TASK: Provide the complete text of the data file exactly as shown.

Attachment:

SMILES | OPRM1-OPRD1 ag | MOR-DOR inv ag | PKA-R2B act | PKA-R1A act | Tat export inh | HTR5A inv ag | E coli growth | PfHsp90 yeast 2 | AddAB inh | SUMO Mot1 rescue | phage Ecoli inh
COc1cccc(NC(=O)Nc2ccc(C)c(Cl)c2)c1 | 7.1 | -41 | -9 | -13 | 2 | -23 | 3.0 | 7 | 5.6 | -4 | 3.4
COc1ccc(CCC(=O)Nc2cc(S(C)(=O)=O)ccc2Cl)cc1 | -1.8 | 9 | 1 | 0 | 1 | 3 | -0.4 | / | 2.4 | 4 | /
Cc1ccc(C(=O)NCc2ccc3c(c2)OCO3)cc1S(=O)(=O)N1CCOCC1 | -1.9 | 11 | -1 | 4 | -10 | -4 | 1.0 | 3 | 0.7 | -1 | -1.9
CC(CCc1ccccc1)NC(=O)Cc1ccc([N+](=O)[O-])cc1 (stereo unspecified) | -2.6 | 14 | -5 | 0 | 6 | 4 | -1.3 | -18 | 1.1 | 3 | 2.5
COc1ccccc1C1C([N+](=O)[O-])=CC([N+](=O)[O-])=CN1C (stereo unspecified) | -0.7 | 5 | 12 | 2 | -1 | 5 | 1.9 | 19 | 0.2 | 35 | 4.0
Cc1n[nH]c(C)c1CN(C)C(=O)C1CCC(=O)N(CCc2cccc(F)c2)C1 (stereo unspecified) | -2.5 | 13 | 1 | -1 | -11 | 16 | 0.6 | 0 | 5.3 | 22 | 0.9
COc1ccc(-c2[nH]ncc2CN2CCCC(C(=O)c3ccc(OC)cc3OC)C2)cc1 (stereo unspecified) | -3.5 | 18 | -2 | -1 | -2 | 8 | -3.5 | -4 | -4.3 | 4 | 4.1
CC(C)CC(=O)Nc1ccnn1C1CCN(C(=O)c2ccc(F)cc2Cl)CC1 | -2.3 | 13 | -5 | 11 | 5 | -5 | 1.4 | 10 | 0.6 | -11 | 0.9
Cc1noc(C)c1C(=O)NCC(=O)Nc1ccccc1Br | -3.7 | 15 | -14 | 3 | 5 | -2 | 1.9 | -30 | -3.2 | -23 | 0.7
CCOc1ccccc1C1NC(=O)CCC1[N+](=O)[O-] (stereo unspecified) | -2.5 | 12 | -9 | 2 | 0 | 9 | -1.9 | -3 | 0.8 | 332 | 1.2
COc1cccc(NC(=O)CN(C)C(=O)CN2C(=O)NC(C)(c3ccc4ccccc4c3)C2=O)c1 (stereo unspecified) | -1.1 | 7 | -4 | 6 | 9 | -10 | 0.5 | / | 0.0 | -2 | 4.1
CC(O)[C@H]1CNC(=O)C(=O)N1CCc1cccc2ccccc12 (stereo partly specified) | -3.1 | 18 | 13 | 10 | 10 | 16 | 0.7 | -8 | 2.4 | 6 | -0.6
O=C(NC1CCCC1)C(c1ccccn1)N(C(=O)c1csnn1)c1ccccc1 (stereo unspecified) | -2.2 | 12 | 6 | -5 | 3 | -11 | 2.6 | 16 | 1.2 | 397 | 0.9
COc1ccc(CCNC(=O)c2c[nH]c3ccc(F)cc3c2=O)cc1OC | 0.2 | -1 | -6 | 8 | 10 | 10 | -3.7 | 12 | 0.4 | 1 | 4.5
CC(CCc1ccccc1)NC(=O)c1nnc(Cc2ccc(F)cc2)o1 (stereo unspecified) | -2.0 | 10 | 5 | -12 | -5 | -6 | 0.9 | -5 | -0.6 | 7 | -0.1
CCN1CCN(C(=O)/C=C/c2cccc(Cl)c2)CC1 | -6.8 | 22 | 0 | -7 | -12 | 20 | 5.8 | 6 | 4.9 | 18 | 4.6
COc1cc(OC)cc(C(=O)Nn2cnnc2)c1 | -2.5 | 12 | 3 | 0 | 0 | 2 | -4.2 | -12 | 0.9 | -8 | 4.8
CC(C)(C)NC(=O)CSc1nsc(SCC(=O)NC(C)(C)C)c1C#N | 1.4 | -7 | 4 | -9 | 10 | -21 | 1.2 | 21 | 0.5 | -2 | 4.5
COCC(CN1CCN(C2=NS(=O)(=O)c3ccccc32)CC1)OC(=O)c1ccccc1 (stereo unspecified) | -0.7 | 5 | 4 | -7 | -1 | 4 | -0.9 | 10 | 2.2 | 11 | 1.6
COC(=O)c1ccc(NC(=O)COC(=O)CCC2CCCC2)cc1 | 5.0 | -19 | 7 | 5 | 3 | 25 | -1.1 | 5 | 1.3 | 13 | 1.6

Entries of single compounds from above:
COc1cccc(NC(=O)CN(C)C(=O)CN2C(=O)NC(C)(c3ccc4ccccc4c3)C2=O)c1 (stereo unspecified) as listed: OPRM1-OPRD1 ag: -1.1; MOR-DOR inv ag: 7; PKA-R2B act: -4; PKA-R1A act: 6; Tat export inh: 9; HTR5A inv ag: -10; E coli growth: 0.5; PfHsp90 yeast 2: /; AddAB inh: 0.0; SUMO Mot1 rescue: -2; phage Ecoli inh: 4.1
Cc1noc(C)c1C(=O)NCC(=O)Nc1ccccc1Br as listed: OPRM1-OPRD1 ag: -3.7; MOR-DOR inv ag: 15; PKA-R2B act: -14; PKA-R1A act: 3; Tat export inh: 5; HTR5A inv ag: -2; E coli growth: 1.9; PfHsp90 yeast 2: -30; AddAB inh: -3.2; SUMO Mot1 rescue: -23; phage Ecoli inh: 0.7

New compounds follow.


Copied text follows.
SMILES | OPRM1-OPRD1 ag | MOR-DOR inv ag | PKA-R2B act | PKA-R1A act | Tat export inh | HTR5A inv ag | E coli growth | PfHsp90 yeast 2 | AddAB inh | SUMO Mot1 rescue | phage Ecoli inh
COc1cccc(NC(=O)Nc2ccc(C)c(Cl)c2)c1 | 7.1 | -41 | -9 | -13 | 2 | -23 | 3.0 | 7 | 5.6 | -4 | 3.4
COc1ccc(CCC(=O)Nc2cc(S(C)(=O)=O)ccc2Cl)cc1 | -1.8 | 9 | 1 | 0 | 1 | 3 | -0.4 | / | 2.4 | 4 | /
Cc1ccc(C(=O)NCc2ccc3c(c2)OCO3)cc1S(=O)(=O)N1CCOCC1 | -1.9 | 11 | -1 | 4 | -10 | -4 | 1.0 | 3 | 0.7 | -1 | -1.9
CC(CCc1ccccc1)NC(=O)Cc1ccc([N+](=O)[O-])cc1 (stereo unspecified) | -2.6 | 14 | -5 | 0 | 6 | 4 | -1.3 | -18 | 1.1 | 3 | 2.5
COc1ccccc1C1C([N+](=O)[O-])=CC([N+](=O)[O-])=CN1C (stereo unspecified) | -0.7 | 5 | 12 | 2 | -1 | 5 | 1.9 | 19 | 0.2 | 35 | 4.0
Cc1n[nH]c(C)c1CN(C)C(=O)C1CCC(=O)N(CCc2cccc(F)c2)C1 (stereo unspecified) | -2.5 | 13 | 1 | -1 | -11 | 16 | 0.6 | 0 | 5.3 | 22 | 0.9
COc1ccc(-c2[nH]ncc2CN2CCCC(C(=O)c3ccc(OC)cc3OC)C2)cc1 (stereo unspecified) | -3.5 | 18 | -2 | -1 | -2 | 8 | -3.5 | -4 | -4.3 | 4 | 4.1
CC(C)CC(=O)Nc1ccnn1C1CCN(C(=O)c2ccc(F)cc2Cl)CC1 | -2.3 | 13 | -5 | 11 | 5 | -5 | 1.4 | 10 | 0.6 | -11 | 0.9
Cc1noc(C)c1C(=O)NCC(=O)Nc1ccccc1Br | -3.7 | 15 | -14 | 3 | 5 | -2 | 1.9 | -30 | -3.2 | -23 | 0.7
CCOc1ccccc1C1NC(=O)CCC1[N+](=O)[O-] (stereo unspecified) | -2.5 | 12 | -9 | 2 | 0 | 9 | -1.9 | -3 | 0.8 | 332 | 1.2
COc1cccc(NC(=O)CN(C)C(=O)CN2C(=O)NC(C)(c3ccc4ccccc4c3)C2=O)c1 (stereo unspecified) | -1.1 | 7 | -4 | 6 | 9 | -10 | 0.5 | / | 0.0 | -2 | 4.1
CC(O)[C@H]1CNC(=O)C(=O)N1CCc1cccc2ccccc12 (stereo partly specified) | -3.1 | 18 | 13 | 10 | 10 | 16 | 0.7 | -8 | 2.4 | 6 | -0.6
O=C(NC1CCCC1)C(c1ccccn1)N(C(=O)c1csnn1)c1ccccc1 (stereo unspecified) | -2.2 | 12 | 6 | -5 | 3 | -11 | 2.6 | 16 | 1.2 | 397 | 0.9
COc1ccc(CCNC(=O)c2c[nH]c3ccc(F)cc3c2=O)cc1OC | 0.2 | -1 | -6 | 8 | 10 | 10 | -3.7 | 12 | 0.4 | 1 | 4.5
CC(CCc1ccccc1)NC(=O)c1nnc(Cc2ccc(F)cc2)o1 (stereo unspecified) | -2.0 | 10 | 5 | -12 | -5 | -6 | 0.9 | -5 | -0.6 | 7 | -0.1
CCN1CCN(C(=O)/C=C/c2cccc(Cl)c2)CC1 | -6.8 | 22 | 0 | -7 | -12 | 20 | 5.8 | 6 | 4.9 | 18 | 4.6
COc1cc(OC)cc(C(=O)Nn2cnnc2)c1 | -2.5 | 12 | 3 | 0 | 0 | 2 | -4.2 | -12 | 0.9 | -8 | 4.8
CC(C)(C)NC(=O)CSc1nsc(SCC(=O)NC(C)(C)C)c1C#N | 1.4 | -7 | 4 | -9 | 10 | -21 | 1.2 | 21 | 0.5 | -2 | 4.5
COCC(CN1CCN(C2=NS(=O)(=O)c3ccccc32)CC1)OC(=O)c1ccccc1 (stereo unspecified) | -0.7 | 5 | 4 | -7 | -1 | 4 | -0.9 | 10 | 2.2 | 11 | 1.6
COC(=O)c1ccc(NC(=O)COC(=O)CCC2CCCC2)cc1 | 5.0 | -19 | 7 | 5 | 3 | 25 | -1.1 | 5 | 1.3 | 13 | 1.6

Entries of single compounds from above:
COc1cccc(NC(=O)CN(C)C(=O)CN2C(=O)NC(C)(c3ccc4ccccc4c3)C2=O)c1 (stereo unspecified) as listed: OPRM1-OPRD1 ag: -1.1; MOR-DOR inv ag: 7; PKA-R2B act: -4; PKA-R1A act: 6; Tat export inh: 9; HTR5A inv ag: -10; E coli growth: 0.5; PfHsp90 yeast 2: /; AddAB inh: 0.0; SUMO Mot1 rescue: -2; phage Ecoli inh: 4.1
Cc1noc(C)c1C(=O)NCC(=O)Nc1ccccc1Br as listed: OPRM1-OPRD1 ag: -3.7; MOR-DOR inv ag: 15; PKA-R2B act: -14; PKA-R1A act: 3; Tat export inh: 5; HTR5A inv ag: -2; E coli growth: 1.9; PfHsp90 yeast 2: -30; AddAB inh: -3.2; SUMO Mot1 rescue: -23; phage Ecoli inh: 0.7

New compounds follow.